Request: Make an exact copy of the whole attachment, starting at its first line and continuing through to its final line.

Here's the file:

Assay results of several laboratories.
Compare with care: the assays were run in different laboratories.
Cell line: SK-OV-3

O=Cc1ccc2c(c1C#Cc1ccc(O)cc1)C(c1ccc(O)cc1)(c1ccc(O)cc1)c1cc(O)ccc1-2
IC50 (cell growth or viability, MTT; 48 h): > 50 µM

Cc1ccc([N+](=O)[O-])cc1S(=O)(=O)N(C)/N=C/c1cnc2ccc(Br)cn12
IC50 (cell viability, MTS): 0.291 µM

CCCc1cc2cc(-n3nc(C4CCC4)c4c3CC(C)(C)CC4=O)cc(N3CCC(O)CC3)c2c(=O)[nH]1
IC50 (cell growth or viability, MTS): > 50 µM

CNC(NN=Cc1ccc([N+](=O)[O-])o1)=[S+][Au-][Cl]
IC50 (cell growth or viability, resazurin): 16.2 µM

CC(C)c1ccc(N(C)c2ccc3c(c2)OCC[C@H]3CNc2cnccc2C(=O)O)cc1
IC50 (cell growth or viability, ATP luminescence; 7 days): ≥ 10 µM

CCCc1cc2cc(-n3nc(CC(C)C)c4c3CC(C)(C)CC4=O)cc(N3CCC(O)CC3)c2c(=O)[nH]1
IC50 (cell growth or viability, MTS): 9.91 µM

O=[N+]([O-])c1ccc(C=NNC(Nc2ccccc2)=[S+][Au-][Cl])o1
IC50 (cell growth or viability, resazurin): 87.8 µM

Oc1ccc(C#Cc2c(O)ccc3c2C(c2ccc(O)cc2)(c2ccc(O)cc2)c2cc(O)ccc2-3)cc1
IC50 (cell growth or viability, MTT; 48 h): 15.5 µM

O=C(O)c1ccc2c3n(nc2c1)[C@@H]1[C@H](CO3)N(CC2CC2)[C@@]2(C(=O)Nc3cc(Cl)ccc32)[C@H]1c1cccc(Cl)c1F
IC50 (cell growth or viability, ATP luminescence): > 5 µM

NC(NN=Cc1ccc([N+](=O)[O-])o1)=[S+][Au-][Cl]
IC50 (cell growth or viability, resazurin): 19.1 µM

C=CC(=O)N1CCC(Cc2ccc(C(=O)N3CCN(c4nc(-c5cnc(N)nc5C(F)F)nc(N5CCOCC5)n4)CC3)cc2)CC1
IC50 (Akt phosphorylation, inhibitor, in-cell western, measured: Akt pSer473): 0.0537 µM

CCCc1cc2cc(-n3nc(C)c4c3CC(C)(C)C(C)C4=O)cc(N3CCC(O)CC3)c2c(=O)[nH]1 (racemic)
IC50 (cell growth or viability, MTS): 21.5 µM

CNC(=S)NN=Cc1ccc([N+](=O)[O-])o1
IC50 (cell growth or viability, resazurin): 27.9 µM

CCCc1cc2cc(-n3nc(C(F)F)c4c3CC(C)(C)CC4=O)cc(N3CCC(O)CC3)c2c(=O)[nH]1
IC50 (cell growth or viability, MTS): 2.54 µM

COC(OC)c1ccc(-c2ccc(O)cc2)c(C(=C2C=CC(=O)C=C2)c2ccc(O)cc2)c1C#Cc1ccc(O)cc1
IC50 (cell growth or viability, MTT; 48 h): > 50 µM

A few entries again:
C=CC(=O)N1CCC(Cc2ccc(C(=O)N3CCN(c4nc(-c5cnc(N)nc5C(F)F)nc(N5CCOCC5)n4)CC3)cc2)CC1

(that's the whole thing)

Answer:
Assay results of several laboratories.
Compare with care: the assays were run in different laboratories.
Cell line: SK-OV-3

O=Cc1ccc2c(c1C#Cc1ccc(O)cc1)C(c1ccc(O)cc1)(c1ccc(O)cc1)c1cc(O)ccc1-2
IC50 (cell growth or viability, MTT; 48 h): > 50 µM

Cc1ccc([N+](=O)[O-])cc1S(=O)(=O)N(C)/N=C/c1cnc2ccc(Br)cn12
IC50 (cell viability, MTS): 0.291 µM

CCCc1cc2cc(-n3nc(C4CCC4)c4c3CC(C)(C)CC4=O)cc(N3CCC(O)CC3)c2c(=O)[nH]1
IC50 (cell growth or viability, MTS): > 50 µM

CNC(NN=Cc1ccc([N+](=O)[O-])o1)=[S+][Au-][Cl]
IC50 (cell growth or viability, resazurin): 16.2 µM

CC(C)c1ccc(N(C)c2ccc3c(c2)OCC[C@H]3CNc2cnccc2C(=O)O)cc1
IC50 (cell growth or viability, ATP luminescence; 7 days): ≥ 10 µM

CCCc1cc2cc(-n3nc(CC(C)C)c4c3CC(C)(C)CC4=O)cc(N3CCC(O)CC3)c2c(=O)[nH]1
IC50 (cell growth or viability, MTS): 9.91 µM

O=[N+]([O-])c1ccc(C=NNC(Nc2ccccc2)=[S+][Au-][Cl])o1
IC50 (cell growth or viability, resazurin): 87.8 µM

Oc1ccc(C#Cc2c(O)ccc3c2C(c2ccc(O)cc2)(c2ccc(O)cc2)c2cc(O)ccc2-3)cc1
IC50 (cell growth or viability, MTT; 48 h): 15.5 µM

O=C(O)c1ccc2c3n(nc2c1)[C@@H]1[C@H](CO3)N(CC2CC2)[C@@]2(C(=O)Nc3cc(Cl)ccc32)[C@H]1c1cccc(Cl)c1F
IC50 (cell growth or viability, ATP luminescence): > 5 µM

NC(NN=Cc1ccc([N+](=O)[O-])o1)=[S+][Au-][Cl]
IC50 (cell growth or viability, resazurin): 19.1 µM

C=CC(=O)N1CCC(Cc2ccc(C(=O)N3CCN(c4nc(-c5cnc(N)nc5C(F)F)nc(N5CCOCC5)n4)CC3)cc2)CC1
IC50 (Akt phosphorylation, inhibitor, in-cell western, measured: Akt pSer473): 0.0537 µM

CCCc1cc2cc(-n3nc(C)c4c3CC(C)(C)C(C)C4=O)cc(N3CCC(O)CC3)c2c(=O)[nH]1 (racemic)
IC50 (cell growth or viability, MTS): 21.5 µM

CNC(=S)NN=Cc1ccc([N+](=O)[O-])o1
IC50 (cell growth or viability, resazurin): 27.9 µM

CCCc1cc2cc(-n3nc(C(F)F)c4c3CC(C)(C)CC4=O)cc(N3CCC(O)CC3)c2c(=O)[nH]1
IC50 (cell growth or viability, MTS): 2.54 µM

COC(OC)c1ccc(-c2ccc(O)cc2)c(C(=C2C=CC(=O)C=C2)c2ccc(O)cc2)c1C#Cc1ccc(O)cc1
IC50 (cell growth or viability, MTT; 48 h): > 50 µM

A few entries again:
C=CC(=O)N1CCC(Cc2ccc(C(=O)N3CCN(c4nc(-c5cnc(N)nc5C(F)F)nc(N5CCOCC5)n4)CC3)cc2)CC1